A number of questions surround Beckham's return, at 37, to European club football, but some were answered by Ancelotti in conversation with the French sports newspaper L'Equipe: "His passing, over long range and his shorter passing game could really help the team," said Ancelotti, aware of a wide belief that hiring Beckham is as much about the publicity he brings to employers as the precision of his distribution.

"He has not got the speed he used to have, so I see him playing in central midfield, an area where two of our players [Momo Sissoko to Fiorentina and Mathieu Bodmer to Saint Etienne] moved on the transfer window. He won't play every game, but he could be important to our season."

Ancelotti knows the player, and his appetite for the Champions League. Beckham won it with Manchester United in 1999, experienced frustration in its knockout stages with Real Madrid between 2003 and 2007, and the same in two short-term loan spells, with Ancelotti's AC Milan in 2009 and 2010.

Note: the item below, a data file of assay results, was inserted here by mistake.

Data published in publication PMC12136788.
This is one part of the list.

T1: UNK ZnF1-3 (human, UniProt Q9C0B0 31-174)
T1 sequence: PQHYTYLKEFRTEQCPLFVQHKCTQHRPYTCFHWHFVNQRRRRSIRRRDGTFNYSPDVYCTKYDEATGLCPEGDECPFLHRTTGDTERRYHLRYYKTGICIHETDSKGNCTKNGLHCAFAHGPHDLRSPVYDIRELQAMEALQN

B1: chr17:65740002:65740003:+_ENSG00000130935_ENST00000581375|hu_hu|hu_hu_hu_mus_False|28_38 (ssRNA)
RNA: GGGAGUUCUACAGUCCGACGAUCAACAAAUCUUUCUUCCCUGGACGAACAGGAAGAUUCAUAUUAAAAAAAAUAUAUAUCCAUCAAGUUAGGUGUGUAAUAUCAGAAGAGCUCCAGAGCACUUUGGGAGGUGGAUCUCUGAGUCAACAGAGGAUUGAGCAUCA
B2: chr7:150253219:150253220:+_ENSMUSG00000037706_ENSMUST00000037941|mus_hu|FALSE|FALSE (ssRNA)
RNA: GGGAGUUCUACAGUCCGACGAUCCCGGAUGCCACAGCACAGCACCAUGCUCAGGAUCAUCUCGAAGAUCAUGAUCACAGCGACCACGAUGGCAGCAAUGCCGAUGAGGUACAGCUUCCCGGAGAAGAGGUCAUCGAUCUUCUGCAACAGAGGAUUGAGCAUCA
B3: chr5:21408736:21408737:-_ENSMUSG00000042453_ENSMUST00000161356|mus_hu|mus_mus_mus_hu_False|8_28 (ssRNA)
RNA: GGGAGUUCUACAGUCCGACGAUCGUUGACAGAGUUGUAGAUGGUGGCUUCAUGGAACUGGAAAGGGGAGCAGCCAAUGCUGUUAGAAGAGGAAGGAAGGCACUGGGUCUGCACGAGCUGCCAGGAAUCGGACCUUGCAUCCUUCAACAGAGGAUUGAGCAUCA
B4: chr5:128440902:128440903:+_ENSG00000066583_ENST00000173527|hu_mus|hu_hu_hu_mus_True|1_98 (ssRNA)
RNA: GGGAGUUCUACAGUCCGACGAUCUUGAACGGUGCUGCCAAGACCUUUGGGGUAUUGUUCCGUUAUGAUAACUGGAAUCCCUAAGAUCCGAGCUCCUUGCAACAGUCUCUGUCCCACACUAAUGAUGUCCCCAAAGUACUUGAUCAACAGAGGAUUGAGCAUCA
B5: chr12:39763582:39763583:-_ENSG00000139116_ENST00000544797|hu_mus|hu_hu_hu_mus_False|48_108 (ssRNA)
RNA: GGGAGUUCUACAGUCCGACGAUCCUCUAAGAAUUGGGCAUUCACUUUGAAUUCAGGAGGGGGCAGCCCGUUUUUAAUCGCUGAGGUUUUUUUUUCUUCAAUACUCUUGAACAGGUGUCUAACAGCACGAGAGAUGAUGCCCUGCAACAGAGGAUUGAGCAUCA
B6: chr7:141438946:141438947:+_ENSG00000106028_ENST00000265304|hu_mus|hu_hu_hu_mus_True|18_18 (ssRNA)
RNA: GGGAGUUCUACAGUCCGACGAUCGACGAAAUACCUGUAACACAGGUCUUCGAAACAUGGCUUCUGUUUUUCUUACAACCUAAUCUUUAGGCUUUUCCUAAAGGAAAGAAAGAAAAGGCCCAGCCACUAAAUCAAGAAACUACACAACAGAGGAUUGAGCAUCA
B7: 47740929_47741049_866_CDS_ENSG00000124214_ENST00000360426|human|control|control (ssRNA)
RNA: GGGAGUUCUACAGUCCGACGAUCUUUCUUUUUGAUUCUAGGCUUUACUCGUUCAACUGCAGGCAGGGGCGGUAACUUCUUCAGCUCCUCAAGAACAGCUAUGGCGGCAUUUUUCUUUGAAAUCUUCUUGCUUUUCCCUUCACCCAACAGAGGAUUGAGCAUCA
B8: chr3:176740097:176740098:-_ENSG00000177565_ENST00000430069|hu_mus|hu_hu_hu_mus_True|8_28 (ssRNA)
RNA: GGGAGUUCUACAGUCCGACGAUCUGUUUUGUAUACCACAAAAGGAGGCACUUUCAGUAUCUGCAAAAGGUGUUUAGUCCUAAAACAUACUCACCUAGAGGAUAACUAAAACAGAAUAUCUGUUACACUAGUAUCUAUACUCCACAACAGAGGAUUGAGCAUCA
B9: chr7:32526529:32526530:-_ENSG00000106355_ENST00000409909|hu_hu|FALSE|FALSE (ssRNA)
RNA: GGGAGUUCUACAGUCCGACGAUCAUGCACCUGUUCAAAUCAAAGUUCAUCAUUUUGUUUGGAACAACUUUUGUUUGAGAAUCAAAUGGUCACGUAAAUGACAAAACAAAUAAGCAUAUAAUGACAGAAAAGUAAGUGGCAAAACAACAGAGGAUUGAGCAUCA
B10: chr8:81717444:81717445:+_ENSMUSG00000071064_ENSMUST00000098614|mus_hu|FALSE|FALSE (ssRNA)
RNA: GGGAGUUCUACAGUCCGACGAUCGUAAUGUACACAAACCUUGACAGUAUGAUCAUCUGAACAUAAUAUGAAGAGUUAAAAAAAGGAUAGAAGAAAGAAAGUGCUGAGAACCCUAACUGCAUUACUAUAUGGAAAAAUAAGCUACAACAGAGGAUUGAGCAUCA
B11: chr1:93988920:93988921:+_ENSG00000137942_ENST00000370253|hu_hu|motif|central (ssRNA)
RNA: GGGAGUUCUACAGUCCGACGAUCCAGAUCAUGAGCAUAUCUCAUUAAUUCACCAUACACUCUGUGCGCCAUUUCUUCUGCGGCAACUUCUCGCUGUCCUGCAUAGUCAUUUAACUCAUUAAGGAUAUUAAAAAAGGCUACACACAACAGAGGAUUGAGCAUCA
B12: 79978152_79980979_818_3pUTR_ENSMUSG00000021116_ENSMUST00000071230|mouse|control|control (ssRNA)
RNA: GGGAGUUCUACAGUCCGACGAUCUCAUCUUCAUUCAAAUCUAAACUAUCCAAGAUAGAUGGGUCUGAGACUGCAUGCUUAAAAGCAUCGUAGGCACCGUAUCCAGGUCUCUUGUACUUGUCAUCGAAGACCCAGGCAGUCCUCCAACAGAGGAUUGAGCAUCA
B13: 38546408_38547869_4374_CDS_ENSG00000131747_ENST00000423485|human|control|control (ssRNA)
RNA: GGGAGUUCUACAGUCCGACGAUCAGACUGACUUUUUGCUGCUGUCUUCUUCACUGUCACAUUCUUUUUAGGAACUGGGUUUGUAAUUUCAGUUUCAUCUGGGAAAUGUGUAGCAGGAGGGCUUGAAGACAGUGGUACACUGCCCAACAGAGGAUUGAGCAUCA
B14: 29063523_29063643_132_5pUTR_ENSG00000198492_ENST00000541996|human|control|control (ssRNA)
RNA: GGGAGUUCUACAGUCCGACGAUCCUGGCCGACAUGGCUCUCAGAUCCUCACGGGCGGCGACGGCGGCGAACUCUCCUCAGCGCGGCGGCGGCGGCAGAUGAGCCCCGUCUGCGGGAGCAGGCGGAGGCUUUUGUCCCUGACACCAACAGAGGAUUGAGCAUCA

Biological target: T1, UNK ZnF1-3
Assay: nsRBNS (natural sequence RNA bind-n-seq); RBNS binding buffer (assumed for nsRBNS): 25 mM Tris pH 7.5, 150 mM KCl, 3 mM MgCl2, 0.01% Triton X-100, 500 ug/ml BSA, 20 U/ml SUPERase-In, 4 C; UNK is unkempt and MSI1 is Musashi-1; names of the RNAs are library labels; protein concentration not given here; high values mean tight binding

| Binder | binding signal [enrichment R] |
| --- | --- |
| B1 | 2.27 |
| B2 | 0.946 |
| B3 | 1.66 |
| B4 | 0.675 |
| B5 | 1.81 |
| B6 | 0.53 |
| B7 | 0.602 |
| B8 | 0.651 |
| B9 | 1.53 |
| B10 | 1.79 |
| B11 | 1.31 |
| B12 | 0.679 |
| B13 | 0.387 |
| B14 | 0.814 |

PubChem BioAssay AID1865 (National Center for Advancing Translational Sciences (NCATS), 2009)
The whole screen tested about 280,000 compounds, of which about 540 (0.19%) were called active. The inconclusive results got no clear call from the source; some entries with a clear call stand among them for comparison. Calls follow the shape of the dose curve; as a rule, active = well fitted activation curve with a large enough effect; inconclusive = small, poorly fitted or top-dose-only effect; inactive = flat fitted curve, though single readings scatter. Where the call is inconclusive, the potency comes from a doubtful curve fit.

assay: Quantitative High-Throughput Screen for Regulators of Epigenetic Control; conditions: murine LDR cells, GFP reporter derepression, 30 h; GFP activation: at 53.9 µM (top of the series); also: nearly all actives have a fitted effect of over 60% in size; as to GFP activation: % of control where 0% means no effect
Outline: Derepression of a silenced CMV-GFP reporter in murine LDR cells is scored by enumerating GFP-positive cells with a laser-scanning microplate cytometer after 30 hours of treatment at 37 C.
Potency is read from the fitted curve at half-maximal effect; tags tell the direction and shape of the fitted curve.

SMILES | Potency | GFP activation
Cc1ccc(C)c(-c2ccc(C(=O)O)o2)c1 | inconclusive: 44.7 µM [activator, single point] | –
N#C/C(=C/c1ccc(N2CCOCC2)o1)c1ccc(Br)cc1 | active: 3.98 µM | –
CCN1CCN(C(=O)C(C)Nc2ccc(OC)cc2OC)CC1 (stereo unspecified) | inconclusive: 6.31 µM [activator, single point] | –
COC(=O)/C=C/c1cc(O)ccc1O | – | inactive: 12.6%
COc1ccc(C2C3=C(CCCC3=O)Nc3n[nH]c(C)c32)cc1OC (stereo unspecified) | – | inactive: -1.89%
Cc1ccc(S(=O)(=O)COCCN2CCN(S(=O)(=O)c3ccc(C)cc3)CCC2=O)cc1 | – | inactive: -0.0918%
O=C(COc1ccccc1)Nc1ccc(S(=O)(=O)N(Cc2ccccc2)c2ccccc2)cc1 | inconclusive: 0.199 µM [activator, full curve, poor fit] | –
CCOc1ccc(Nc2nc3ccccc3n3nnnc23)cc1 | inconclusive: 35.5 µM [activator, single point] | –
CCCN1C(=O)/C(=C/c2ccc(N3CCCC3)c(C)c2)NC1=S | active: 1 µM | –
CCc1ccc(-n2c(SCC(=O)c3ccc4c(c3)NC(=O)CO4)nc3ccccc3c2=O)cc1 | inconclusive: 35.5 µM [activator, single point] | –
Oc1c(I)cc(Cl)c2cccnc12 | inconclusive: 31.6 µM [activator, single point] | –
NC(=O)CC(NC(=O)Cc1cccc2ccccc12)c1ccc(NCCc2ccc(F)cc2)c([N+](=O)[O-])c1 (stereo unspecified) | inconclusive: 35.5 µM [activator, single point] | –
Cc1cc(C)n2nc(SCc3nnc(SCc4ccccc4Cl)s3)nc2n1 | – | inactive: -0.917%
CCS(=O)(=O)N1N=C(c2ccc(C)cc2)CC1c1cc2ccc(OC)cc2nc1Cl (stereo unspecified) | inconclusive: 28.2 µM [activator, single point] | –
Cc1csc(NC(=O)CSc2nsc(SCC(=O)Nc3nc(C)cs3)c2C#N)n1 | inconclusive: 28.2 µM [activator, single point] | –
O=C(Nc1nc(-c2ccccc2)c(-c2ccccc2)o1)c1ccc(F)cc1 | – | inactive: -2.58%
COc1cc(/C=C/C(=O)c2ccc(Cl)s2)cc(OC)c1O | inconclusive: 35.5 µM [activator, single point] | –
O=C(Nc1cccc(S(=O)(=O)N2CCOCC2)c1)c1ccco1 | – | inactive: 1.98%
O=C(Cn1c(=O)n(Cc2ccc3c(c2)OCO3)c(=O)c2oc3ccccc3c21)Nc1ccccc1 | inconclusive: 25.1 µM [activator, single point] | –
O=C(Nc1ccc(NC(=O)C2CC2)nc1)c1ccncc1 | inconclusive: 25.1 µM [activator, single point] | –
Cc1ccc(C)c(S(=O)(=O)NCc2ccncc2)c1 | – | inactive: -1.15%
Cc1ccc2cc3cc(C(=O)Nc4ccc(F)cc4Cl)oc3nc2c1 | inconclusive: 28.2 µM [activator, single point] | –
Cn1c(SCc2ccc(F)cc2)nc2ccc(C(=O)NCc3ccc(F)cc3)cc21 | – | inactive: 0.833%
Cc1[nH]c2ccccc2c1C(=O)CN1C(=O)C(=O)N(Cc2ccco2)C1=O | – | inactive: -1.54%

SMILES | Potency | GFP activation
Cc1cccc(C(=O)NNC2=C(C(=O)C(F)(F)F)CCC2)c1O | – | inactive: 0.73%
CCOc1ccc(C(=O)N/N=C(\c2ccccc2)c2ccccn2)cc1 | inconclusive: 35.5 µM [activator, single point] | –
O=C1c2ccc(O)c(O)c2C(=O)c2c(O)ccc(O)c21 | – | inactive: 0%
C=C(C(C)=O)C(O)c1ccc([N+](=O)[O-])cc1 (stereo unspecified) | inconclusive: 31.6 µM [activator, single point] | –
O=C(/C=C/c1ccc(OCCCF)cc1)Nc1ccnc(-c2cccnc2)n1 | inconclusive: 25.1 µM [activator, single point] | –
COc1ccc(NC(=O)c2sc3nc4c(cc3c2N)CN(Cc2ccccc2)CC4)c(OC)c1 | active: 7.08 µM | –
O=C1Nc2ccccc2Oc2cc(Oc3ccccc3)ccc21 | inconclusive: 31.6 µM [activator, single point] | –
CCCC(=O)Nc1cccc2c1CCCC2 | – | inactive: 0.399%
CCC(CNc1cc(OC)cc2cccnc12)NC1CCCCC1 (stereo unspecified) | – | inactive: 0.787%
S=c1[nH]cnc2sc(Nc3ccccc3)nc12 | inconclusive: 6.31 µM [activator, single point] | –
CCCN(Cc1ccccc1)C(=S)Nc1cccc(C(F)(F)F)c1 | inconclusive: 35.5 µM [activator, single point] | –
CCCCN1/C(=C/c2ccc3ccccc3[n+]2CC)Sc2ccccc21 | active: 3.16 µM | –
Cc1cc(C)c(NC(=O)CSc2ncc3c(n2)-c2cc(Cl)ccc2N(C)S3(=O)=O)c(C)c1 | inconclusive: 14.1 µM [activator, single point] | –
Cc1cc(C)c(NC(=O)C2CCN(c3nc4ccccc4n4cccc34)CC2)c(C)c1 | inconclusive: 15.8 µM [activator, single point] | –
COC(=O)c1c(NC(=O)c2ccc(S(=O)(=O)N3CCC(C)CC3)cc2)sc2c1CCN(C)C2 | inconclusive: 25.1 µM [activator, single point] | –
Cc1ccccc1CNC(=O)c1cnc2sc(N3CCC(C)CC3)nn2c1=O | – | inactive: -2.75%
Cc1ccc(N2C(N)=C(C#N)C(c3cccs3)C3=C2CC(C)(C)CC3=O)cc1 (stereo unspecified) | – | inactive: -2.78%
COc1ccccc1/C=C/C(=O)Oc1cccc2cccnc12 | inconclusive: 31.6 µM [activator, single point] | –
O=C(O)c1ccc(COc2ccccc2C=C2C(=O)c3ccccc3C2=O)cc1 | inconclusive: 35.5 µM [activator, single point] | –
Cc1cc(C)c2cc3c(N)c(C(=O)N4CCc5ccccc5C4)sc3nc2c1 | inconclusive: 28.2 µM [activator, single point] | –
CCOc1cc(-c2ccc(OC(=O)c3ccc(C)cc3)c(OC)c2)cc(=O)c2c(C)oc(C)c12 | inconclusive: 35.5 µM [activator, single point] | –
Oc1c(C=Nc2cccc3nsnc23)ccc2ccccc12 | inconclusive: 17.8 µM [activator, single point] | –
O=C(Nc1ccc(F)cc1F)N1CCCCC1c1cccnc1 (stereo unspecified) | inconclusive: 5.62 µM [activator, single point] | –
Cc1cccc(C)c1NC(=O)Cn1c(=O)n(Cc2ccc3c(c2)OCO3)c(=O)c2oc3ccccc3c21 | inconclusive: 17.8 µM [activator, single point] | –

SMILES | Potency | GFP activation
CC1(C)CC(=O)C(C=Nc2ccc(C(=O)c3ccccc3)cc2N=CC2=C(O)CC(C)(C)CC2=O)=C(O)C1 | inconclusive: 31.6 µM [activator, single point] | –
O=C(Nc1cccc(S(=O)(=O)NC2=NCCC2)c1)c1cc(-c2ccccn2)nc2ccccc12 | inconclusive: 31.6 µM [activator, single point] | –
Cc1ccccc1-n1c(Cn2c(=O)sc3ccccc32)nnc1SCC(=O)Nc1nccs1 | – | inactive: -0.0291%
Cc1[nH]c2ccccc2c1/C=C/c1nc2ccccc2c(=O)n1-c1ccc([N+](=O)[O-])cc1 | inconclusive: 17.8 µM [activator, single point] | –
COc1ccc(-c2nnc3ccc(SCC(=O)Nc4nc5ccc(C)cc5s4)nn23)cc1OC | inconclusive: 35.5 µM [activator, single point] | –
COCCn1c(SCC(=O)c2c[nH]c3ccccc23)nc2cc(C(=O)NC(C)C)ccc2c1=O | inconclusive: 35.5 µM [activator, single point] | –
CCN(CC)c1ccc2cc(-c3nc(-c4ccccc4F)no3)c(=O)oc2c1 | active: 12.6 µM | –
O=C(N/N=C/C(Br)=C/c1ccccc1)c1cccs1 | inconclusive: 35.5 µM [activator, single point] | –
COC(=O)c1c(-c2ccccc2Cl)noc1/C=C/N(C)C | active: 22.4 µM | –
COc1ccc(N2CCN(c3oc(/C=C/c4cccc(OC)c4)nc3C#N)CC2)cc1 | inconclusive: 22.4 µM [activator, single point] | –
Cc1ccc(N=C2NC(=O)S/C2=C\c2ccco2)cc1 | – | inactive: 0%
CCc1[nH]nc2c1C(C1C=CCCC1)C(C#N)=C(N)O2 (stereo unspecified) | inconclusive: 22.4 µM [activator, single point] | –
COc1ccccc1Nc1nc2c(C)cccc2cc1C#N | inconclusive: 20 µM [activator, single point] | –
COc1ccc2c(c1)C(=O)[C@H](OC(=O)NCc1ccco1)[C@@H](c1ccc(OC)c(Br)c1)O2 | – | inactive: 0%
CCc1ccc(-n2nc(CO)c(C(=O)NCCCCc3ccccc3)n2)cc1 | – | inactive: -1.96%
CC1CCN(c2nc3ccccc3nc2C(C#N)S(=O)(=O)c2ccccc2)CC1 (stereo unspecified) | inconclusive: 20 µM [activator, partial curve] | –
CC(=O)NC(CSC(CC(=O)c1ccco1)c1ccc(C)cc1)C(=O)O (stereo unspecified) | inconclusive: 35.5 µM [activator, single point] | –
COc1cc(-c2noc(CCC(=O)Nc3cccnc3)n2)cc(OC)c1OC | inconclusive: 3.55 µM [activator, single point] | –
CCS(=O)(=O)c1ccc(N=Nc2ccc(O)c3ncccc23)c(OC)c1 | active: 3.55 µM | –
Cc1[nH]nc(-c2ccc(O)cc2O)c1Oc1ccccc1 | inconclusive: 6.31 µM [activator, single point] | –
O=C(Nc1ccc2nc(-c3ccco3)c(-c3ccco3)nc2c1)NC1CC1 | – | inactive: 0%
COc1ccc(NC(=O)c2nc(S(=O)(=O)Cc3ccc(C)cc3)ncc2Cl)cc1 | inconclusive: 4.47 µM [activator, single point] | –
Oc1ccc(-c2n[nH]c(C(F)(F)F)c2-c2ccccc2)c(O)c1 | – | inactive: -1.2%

The circumstances and fanfare around Beckham's latest deal may invite scepticism, but experience and know-how are valuable commodities at a club without much tradition in the unique byways of Europe's most elite environment. It is 12 years since PSG's previous adventure in the last 16 of the Champions League.

And it is a decade since Juventus, Italy's most titled club domestically, have been in a final; 16 seasons since they won the European Cup.

Even Juve have felt the need to add to a potent squad a touch of worldliness, some Champions League lustre.

Nicolas Anelka, a European Cup winner with Real Madrid fully 13 years ago, signed for Juventus last month from the Chinese club Shanghai Shenhua on a five-month deal.

The much-travelled striker could make his debut, most likely from the bench, at Glasgow Celtic on Tuesday, and become a useful weapon to play as the competition develops.

If there is a club shaping up as the potential joker in the last-16 pack, an outsider candidate to upset a hierarchy in which Barcelona, Manchester United, Real Madrid and Bayern Munich occupy the upper rungs, it is Galatasaray.